By Josh Smith and Joori Roh
SEOUL (Reuters)—North Korean leader Kim Jong Un oversaw the launch of two long-range strategic cruise missiles, state media reported on Thursday, calling it a test to confirm the reliability and operation of nuclear-capable weapons deployed to military units.
The test firing was conducted on Wednesday, and was aimed at "enhancing the combat efficiency and might" of cruise missiles deployed to the Korean People's Army "for the operation of tactical nukes," state media Korea Central News Agency (KCNA) said.
Stressing that the test launch was another clear warning to its "enemies," leader Kim Jong Un said the country "should continue to expand the operational sphere of the nuclear strategic armed forces to resolutely deter any crucial military crisis and war crisis at any time and completely take the initiative in it," according to KCNA.
On Monday, KCNA said Kim had guided nuclear tactical exercises targeting South Korea over the past two weeks in protest of recent joint naval drills by South Korean and U.S. forces involving an aircraft carrier.
KCNA reported that the two missiles test-fired on Wednesday flew for 10,234 seconds and "clearly hit the target 2,000 km (1,240 miles) away."
A U.S. State Department spokesperson declined to comment on the launches, and said Washington remained focused on coordinating closely with its allies and partners to address the threats posed by North Korea.
South Korean President Yoon Suk-yeol's office said the North's cruise missiles do not pose a threat as they are "slow enough to be intercepted," but Seoul is ready to sternly respond to Pyongyang's provocations with "overwhelming forces."
The South's military also said it had monitored the launch in real time and was continuing to analyse data from the tests.
North Korea first tested a "strategic" cruise missile in September 2021, which was seen by analysts at the time as possibly the country's first such weapon with a nuclear capability.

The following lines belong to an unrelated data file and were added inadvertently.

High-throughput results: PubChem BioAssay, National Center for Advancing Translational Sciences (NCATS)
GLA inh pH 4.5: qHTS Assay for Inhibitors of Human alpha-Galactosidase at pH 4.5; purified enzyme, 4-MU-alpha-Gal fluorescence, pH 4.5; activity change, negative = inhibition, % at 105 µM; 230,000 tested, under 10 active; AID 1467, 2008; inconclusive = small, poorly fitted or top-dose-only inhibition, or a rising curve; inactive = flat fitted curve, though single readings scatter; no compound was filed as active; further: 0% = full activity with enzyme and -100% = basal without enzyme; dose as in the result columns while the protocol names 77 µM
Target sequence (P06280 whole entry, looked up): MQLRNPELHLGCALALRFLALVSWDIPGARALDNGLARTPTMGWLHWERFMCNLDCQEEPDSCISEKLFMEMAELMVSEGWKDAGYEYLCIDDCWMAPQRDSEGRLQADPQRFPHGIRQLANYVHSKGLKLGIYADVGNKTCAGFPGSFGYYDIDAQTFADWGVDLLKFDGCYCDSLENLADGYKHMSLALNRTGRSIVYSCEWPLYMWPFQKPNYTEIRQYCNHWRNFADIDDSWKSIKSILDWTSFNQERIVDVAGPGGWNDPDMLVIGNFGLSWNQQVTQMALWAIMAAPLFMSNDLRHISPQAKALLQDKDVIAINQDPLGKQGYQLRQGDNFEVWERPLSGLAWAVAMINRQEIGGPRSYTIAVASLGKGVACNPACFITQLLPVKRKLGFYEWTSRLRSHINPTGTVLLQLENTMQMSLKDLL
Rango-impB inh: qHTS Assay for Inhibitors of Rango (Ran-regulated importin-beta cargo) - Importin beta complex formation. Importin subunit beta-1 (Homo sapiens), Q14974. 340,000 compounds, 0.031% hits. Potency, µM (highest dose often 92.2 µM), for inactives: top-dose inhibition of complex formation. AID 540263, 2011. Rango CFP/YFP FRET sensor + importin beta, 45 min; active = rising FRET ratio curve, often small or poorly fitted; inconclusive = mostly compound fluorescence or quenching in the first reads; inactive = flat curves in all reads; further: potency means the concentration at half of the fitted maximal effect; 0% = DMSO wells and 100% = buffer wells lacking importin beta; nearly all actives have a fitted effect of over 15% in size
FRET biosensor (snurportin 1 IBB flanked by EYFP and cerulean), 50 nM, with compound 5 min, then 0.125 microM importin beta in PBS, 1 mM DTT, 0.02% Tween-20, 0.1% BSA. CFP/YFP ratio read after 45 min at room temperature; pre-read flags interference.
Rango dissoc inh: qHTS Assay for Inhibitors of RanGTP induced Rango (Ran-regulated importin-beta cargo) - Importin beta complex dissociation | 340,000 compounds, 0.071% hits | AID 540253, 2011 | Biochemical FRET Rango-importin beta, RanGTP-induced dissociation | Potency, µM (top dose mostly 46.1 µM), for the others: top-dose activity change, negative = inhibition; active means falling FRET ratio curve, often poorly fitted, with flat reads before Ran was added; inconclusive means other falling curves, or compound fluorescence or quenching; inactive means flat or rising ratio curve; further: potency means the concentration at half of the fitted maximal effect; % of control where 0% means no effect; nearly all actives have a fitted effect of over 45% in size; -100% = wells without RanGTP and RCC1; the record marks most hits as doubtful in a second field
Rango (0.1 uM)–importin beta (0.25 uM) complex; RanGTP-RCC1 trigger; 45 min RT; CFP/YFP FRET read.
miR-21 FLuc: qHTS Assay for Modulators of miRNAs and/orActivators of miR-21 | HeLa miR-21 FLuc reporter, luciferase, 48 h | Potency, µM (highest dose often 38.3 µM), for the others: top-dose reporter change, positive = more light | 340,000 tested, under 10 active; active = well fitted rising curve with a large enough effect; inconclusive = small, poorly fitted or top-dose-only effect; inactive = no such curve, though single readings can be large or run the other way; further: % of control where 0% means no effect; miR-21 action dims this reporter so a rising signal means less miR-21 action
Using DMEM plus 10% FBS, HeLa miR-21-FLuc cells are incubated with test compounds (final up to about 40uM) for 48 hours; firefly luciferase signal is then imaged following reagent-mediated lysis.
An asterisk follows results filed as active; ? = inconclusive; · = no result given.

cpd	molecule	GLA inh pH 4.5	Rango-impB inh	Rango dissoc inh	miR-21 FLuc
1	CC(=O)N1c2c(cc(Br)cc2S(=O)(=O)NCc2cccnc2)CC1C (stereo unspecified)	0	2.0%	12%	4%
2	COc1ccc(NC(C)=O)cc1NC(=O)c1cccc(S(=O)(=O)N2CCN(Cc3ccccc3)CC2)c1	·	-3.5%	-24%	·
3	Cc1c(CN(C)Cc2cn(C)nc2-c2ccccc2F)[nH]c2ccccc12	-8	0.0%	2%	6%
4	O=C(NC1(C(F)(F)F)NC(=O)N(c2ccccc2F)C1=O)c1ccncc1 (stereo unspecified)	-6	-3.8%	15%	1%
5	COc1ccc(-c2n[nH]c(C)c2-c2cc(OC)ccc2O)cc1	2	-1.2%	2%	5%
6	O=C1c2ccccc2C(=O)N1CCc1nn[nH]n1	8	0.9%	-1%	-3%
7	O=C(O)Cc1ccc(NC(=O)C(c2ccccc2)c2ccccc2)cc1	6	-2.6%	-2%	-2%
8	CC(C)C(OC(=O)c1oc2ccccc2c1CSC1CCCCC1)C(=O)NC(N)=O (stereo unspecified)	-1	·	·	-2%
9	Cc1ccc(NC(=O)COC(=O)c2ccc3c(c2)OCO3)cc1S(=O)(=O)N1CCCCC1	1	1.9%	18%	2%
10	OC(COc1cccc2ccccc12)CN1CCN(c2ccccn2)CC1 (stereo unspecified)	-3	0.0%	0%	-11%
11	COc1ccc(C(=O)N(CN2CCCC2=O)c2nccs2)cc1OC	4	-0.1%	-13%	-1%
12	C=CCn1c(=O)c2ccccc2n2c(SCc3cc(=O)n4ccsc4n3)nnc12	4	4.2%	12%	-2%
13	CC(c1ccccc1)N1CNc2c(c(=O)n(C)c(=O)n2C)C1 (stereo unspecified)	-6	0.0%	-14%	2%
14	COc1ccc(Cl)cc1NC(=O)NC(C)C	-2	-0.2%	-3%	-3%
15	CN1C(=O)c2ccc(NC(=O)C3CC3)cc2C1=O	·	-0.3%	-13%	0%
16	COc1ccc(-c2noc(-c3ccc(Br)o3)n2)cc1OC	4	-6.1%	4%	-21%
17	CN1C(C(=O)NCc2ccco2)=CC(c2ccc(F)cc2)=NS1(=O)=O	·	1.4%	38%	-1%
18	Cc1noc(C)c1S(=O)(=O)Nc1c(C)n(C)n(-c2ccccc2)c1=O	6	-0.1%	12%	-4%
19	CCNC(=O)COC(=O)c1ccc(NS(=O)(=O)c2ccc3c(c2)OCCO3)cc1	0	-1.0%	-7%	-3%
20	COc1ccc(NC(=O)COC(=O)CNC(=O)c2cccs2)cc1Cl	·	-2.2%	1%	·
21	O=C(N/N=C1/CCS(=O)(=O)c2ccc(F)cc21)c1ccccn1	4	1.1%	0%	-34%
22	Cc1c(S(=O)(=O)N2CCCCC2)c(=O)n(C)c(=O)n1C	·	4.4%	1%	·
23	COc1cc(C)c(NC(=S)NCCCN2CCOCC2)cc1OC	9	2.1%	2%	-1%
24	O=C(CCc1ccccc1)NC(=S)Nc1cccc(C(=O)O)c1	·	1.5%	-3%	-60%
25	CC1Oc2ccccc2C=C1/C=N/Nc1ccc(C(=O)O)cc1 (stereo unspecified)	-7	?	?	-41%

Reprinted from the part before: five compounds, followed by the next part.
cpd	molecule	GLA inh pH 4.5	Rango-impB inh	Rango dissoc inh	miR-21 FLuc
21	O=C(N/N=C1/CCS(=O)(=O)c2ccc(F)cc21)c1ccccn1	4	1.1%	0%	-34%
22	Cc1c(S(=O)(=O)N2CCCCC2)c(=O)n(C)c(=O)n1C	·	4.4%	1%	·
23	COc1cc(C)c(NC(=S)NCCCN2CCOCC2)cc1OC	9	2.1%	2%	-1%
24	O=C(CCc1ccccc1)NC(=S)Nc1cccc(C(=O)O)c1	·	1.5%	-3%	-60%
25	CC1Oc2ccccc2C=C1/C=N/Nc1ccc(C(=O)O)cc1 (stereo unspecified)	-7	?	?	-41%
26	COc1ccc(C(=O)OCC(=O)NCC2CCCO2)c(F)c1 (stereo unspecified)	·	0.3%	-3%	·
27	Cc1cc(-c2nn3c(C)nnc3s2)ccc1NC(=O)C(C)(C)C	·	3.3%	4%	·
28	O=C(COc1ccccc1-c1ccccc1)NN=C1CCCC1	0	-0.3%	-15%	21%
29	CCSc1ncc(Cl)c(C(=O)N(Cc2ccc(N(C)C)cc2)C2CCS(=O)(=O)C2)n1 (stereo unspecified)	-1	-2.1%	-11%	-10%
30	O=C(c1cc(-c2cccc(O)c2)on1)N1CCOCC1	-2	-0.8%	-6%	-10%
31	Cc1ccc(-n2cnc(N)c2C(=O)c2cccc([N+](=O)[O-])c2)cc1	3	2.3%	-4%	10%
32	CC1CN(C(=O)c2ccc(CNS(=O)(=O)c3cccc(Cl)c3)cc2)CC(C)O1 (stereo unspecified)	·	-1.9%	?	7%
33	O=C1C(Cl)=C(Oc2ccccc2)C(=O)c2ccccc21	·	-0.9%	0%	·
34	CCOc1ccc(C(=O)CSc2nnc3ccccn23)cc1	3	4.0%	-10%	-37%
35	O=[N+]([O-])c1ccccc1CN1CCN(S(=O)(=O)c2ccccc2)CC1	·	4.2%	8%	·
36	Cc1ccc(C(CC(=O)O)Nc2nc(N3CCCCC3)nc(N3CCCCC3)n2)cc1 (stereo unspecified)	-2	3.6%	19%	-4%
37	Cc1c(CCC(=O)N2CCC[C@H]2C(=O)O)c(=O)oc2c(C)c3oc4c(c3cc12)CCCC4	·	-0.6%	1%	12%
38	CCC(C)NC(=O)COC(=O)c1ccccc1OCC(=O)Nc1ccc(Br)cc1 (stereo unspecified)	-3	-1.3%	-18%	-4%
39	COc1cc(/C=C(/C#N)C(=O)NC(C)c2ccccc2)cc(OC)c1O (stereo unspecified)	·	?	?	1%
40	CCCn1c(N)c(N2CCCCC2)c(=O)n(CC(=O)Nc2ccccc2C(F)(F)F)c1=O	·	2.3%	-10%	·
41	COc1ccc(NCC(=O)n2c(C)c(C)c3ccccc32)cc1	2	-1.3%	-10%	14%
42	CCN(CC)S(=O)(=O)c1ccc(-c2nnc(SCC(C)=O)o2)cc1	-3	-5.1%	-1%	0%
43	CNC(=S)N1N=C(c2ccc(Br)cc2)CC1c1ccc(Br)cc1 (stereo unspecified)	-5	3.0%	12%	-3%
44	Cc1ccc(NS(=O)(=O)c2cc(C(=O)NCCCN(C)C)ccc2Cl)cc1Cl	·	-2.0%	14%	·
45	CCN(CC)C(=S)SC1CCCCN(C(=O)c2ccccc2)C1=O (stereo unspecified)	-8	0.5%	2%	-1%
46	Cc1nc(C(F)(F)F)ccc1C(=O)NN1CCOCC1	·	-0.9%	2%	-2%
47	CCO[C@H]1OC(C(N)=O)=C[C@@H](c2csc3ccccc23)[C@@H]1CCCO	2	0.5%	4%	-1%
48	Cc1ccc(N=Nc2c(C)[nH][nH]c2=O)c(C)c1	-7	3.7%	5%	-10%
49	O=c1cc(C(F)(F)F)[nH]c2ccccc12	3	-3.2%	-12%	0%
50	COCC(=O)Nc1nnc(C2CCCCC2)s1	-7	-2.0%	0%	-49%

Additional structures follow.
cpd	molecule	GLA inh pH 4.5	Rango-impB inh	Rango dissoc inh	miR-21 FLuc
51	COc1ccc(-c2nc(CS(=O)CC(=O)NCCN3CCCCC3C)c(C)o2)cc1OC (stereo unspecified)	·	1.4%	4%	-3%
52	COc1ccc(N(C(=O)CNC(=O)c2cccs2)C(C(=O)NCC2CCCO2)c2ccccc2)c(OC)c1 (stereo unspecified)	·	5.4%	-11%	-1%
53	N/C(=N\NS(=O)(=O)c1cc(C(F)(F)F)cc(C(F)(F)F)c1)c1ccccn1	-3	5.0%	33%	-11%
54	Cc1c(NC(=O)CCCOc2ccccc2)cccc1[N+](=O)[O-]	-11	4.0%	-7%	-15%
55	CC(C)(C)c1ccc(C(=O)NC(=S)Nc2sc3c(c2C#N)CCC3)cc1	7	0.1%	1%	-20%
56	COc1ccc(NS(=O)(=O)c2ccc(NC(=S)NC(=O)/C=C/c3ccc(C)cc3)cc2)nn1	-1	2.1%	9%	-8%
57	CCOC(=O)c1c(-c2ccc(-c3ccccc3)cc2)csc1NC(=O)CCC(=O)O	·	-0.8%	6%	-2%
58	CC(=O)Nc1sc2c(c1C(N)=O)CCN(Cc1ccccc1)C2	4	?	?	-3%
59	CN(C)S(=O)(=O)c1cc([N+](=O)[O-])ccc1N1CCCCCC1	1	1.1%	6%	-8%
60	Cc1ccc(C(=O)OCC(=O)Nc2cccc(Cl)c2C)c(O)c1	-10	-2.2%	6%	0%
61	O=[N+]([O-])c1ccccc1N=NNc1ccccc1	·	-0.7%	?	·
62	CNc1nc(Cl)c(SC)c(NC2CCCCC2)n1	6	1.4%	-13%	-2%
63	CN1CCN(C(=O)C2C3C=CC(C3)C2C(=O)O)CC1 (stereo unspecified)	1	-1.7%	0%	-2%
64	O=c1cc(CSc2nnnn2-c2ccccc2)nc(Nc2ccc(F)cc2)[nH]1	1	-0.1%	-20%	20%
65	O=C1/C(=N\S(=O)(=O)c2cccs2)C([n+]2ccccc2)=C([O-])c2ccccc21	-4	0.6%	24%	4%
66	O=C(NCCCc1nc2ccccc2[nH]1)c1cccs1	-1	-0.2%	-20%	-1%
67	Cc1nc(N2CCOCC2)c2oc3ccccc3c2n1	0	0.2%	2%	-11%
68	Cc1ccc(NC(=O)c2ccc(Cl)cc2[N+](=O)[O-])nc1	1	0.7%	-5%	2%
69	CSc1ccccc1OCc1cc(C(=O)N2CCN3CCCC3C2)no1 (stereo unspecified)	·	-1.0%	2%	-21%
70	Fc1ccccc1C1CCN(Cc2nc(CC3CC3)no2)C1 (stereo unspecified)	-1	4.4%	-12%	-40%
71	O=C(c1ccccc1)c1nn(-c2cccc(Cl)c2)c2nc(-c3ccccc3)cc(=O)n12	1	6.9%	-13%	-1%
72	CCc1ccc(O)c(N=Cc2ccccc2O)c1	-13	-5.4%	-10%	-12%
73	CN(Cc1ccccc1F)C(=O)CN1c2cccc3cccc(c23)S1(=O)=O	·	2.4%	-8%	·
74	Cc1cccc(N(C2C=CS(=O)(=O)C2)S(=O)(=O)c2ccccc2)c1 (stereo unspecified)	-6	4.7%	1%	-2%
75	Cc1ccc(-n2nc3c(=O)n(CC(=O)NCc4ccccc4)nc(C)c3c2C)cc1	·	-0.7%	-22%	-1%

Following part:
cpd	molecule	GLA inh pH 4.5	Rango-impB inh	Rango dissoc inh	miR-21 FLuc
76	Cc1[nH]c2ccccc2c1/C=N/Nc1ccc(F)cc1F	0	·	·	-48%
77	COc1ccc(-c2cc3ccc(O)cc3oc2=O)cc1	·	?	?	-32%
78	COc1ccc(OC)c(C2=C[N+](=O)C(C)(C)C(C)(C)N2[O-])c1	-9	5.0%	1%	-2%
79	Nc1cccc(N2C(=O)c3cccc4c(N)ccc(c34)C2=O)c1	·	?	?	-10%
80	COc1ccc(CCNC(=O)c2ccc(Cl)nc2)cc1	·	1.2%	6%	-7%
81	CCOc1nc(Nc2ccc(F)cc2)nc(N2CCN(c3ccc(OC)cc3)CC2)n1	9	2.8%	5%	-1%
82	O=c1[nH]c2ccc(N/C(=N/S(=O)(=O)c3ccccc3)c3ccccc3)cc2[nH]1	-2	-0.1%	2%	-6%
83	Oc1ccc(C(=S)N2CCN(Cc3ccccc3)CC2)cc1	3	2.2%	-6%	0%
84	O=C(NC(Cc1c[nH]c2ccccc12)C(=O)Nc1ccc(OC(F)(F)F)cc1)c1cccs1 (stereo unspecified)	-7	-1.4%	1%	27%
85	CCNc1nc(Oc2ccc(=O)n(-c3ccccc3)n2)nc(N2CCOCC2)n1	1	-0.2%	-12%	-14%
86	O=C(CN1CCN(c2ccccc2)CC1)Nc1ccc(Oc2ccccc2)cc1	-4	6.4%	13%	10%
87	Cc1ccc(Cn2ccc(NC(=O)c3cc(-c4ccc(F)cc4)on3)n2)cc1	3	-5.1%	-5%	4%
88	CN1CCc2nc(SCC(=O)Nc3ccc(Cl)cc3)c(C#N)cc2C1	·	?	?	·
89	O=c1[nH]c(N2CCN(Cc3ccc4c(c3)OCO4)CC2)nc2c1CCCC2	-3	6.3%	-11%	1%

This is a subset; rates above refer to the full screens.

Wednesday's test confirms that nuclear role and that it is operational, although it is unclear whether North Korea can build warheads small enough for a cruise missile.
The cruise missiles are among a number of smaller weapons recently developed by North Korea to fly low and maneuver so as to better evade missile defences.
Kim said last year that developing smaller warheads was a top goal, and officials in Seoul have said that if the North resumes nuclear testing for the first time since 2017, developing smaller devices could be among its aims.
North Korea's cruise missiles usually generate less interest than ballistic missiles because they are not explicitly banned under U.N. Nations Security Council resolutions.
Cruise missiles and short-range ballistic missiles that can be armed with either conventional or nuclear warheads are particularly destabilising in the event of conflict as it can be unclear which kind of warhead they are carrying, analysts said.
"North Korea’s cruise missiles, air force, and tactical nuclear devices are probably much less capable than propaganda suggests," Leif-Eric Easley, a professor at Ewha University in Seoul. "But it would be a mistake to dismiss North Korea’s recent weapons testing spree as bluster or saber-rattling."
U.S. President Joe Biden's administration rolled out a long-delayed national security strategy on Wednesday with only a lone reference to North Korea, underscoring limited U.S. options to contain its nuclear and missile programs.
Daniel Russel, the top U.S. diplomat for East Asia under former President Barack Obama, said this was striking, "not only because it passes so quickly past a persistent and existential threat, but also because it frames the strategy as 'seeking sustained diplomacy toward denuclearization,' when North Korea has so convincingly demonstrated its utter rejection of negotiations."
A report by the U.S.-based Center for Strategic and International Studies said on Wednesday that a recent underwater launch of a ballistic missile from a lake probably has more political than military usefulness.
"Rather than an emerging threat, this test was most likely a propaganda and deception operation designed to focus regional and world attention on North Korea’s desired external image of a mighty and powerful nuclear-armed nation," the report said.
The North's pursuit of new types of nuclear weapons has renewed calls by some in South Korea to redeploy American tactical nuclear weapons, which were withdrawn in 1991, or for Seoul to leave the Non-Proliferation Treaty and develop its own arsenal.
After backing the idea of asking the United States to redeploy nuclear weapons during the election campaign last year, Yoon has since said that option has been ruled out.
Senior members of this party, however, this week said it was time to reconsider.
(Reporting by Joori Roh and Josh Smith; Additional reporting by David Brunnstrom in Washington and Hyonhee Shin in Seoul; Editing by Richard Pullin and Gerry Doyle)